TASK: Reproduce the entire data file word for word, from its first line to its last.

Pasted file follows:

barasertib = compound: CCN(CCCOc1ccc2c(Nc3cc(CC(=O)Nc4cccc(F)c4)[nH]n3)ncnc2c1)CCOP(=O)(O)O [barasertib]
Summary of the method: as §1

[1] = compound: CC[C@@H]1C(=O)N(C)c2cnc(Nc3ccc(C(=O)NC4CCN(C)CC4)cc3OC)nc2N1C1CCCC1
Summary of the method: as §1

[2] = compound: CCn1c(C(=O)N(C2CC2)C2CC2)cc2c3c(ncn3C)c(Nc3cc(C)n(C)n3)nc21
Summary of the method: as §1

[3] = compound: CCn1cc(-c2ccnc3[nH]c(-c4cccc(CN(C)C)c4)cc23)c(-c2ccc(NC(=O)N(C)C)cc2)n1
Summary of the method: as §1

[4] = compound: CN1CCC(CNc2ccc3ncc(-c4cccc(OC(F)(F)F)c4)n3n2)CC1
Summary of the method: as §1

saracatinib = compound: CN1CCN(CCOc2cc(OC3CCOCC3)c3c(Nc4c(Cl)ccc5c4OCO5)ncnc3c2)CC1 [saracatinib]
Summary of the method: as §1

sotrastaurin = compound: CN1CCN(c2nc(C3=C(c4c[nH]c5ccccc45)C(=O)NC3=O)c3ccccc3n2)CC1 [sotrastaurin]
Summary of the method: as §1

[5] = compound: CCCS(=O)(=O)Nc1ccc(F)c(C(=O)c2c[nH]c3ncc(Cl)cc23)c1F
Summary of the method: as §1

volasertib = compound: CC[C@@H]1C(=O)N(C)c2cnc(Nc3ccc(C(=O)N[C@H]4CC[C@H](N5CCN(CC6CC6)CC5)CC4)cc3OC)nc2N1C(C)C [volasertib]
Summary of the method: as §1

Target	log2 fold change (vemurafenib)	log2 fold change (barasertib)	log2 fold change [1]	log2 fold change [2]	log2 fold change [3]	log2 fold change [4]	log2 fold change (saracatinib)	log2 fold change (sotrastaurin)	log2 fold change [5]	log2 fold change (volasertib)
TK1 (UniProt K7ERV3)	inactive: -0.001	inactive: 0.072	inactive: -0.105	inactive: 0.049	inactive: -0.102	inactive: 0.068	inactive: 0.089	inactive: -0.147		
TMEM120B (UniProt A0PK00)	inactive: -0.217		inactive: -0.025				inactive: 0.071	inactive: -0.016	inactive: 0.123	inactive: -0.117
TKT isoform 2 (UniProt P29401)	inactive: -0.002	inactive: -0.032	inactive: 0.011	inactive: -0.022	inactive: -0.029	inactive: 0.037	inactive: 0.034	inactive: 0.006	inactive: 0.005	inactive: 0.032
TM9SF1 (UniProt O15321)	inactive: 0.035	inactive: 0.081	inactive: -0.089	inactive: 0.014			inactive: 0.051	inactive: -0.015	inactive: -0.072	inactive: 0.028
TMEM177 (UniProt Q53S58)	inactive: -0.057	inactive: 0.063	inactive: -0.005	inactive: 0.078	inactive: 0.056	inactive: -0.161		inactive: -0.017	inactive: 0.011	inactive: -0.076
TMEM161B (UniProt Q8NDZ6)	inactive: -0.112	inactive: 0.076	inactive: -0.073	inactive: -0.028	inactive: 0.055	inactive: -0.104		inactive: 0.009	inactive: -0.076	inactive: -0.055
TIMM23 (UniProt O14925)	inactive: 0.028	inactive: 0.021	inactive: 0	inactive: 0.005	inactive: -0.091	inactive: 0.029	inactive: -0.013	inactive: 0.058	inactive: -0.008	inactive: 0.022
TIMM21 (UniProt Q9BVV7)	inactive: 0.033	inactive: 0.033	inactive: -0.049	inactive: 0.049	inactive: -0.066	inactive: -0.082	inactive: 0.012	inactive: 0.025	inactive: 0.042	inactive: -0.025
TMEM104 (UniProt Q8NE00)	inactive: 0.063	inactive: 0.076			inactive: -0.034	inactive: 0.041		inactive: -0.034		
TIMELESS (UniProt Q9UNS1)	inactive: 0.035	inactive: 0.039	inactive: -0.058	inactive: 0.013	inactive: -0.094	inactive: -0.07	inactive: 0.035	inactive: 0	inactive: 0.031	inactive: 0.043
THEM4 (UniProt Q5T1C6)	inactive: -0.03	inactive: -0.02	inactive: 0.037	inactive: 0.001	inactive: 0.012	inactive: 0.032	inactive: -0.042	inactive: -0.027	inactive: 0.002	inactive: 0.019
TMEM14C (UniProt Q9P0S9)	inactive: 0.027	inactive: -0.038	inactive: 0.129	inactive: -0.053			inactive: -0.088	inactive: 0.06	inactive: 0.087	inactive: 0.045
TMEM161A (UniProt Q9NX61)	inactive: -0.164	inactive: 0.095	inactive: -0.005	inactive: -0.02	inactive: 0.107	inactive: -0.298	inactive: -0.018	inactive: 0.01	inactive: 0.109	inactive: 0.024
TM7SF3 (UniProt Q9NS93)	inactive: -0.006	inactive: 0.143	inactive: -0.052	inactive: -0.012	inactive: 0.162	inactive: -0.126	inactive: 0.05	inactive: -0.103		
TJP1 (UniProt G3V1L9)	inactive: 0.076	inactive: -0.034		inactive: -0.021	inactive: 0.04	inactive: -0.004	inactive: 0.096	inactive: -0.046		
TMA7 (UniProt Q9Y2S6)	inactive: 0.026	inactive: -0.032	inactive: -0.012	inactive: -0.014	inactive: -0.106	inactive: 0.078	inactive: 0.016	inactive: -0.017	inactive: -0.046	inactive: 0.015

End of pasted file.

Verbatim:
barasertib = compound: CCN(CCCOc1ccc2c(Nc3cc(CC(=O)Nc4cccc(F)c4)[nH]n3)ncnc2c1)CCOP(=O)(O)O [barasertib]
Summary of the method: as §1

[1] = compound: CC[C@@H]1C(=O)N(C)c2cnc(Nc3ccc(C(=O)NC4CCN(C)CC4)cc3OC)nc2N1C1CCCC1
Summary of the method: as §1

[2] = compound: CCn1c(C(=O)N(C2CC2)C2CC2)cc2c3c(ncn3C)c(Nc3cc(C)n(C)n3)nc21
Summary of the method: as §1

[3] = compound: CCn1cc(-c2ccnc3[nH]c(-c4cccc(CN(C)C)c4)cc23)c(-c2ccc(NC(=O)N(C)C)cc2)n1
Summary of the method: as §1

[4] = compound: CN1CCC(CNc2ccc3ncc(-c4cccc(OC(F)(F)F)c4)n3n2)CC1
Summary of the method: as §1

saracatinib = compound: CN1CCN(CCOc2cc(OC3CCOCC3)c3c(Nc4c(Cl)ccc5c4OCO5)ncnc3c2)CC1 [saracatinib]
Summary of the method: as §1

sotrastaurin = compound: CN1CCN(c2nc(C3=C(c4c[nH]c5ccccc45)C(=O)NC3=O)c3ccccc3n2)CC1 [sotrastaurin]
Summary of the method: as §1

[5] = compound: CCCS(=O)(=O)Nc1ccc(F)c(C(=O)c2c[nH]c3ncc(Cl)cc23)c1F
Summary of the method: as §1

volasertib = compound: CC[C@@H]1C(=O)N(C)c2cnc(Nc3ccc(C(=O)N[C@H]4CC[C@H](N5CCN(CC6CC6)CC5)CC4)cc3OC)nc2N1C(C)C [volasertib]
Summary of the method: as §1

Target	log2 fold change (vemurafenib)	log2 fold change (barasertib)	log2 fold change [1]	log2 fold change [2]	log2 fold change [3]	log2 fold change [4]	log2 fold change (saracatinib)	log2 fold change (sotrastaurin)	log2 fold change [5]	log2 fold change (volasertib)
TK1 (UniProt K7ERV3)	inactive: -0.001	inactive: 0.072	inactive: -0.105	inactive: 0.049	inactive: -0.102	inactive: 0.068	inactive: 0.089	inactive: -0.147		
TMEM120B (UniProt A0PK00)	inactive: -0.217		inactive: -0.025				inactive: 0.071	inactive: -0.016	inactive: 0.123	inactive: -0.117
TKT isoform 2 (UniProt P29401)	inactive: -0.002	inactive: -0.032	inactive: 0.011	inactive: -0.022	inactive: -0.029	inactive: 0.037	inactive: 0.034	inactive: 0.006	inactive: 0.005	inactive: 0.032
TM9SF1 (UniProt O15321)	inactive: 0.035	inactive: 0.081	inactive: -0.089	inactive: 0.014			inactive: 0.051	inactive: -0.015	inactive: -0.072	inactive: 0.028
TMEM177 (UniProt Q53S58)	inactive: -0.057	inactive: 0.063	inactive: -0.005	inactive: 0.078	inactive: 0.056	inactive: -0.161		inactive: -0.017	inactive: 0.011	inactive: -0.076
TMEM161B (UniProt Q8NDZ6)	inactive: -0.112	inactive: 0.076	inactive: -0.073	inactive: -0.028	inactive: 0.055	inactive: -0.104		inactive: 0.009	inactive: -0.076	inactive: -0.055
TIMM23 (UniProt O14925)	inactive: 0.028	inactive: 0.021	inactive: 0	inactive: 0.005	inactive: -0.091	inactive: 0.029	inactive: -0.013	inactive: 0.058	inactive: -0.008	inactive: 0.022
TIMM21 (UniProt Q9BVV7)	inactive: 0.033	inactive: 0.033	inactive: -0.049	inactive: 0.049	inactive: -0.066	inactive: -0.082	inactive: 0.012	inactive: 0.025	inactive: 0.042	inactive: -0.025
TMEM104 (UniProt Q8NE00)	inactive: 0.063	inactive: 0.076			inactive: -0.034	inactive: 0.041		inactive: -0.034		
TIMELESS (UniProt Q9UNS1)	inactive: 0.035	inactive: 0.039	inactive: -0.058	inactive: 0.013	inactive: -0.094	inactive: -0.07	inactive: 0.035	inactive: 0	inactive: 0.031	inactive: 0.043
THEM4 (UniProt Q5T1C6)	inactive: -0.03	inactive: -0.02	inactive: 0.037	inactive: 0.001	inactive: 0.012	inactive: 0.032	inactive: -0.042	inactive: -0.027	inactive: 0.002	inactive: 0.019
TMEM14C (UniProt Q9P0S9)	inactive: 0.027	inactive: -0.038	inactive: 0.129	inactive: -0.053			inactive: -0.088	inactive: 0.06	inactive: 0.087	inactive: 0.045
TMEM161A (UniProt Q9NX61)	inactive: -0.164	inactive: 0.095	inactive: -0.005	inactive: -0.02	inactive: 0.107	inactive: -0.298	inactive: -0.018	inactive: 0.01	inactive: 0.109	inactive: 0.024
TM7SF3 (UniProt Q9NS93)	inactive: -0.006	inactive: 0.143	inactive: -0.052	inactive: -0.012	inactive: 0.162	inactive: -0.126	inactive: 0.05	inactive: -0.103		
TJP1 (UniProt G3V1L9)	inactive: 0.076	inactive: -0.034		inactive: -0.021	inactive: 0.04	inactive: -0.004	inactive: 0.096	inactive: -0.046		
TMA7 (UniProt Q9Y2S6)	inactive: 0.026	inactive: -0.032	inactive: -0.012	inactive: -0.014	inactive: -0.106	inactive: 0.078	inactive: 0.016	inactive: -0.017	inactive: -0.046	inactive: 0.015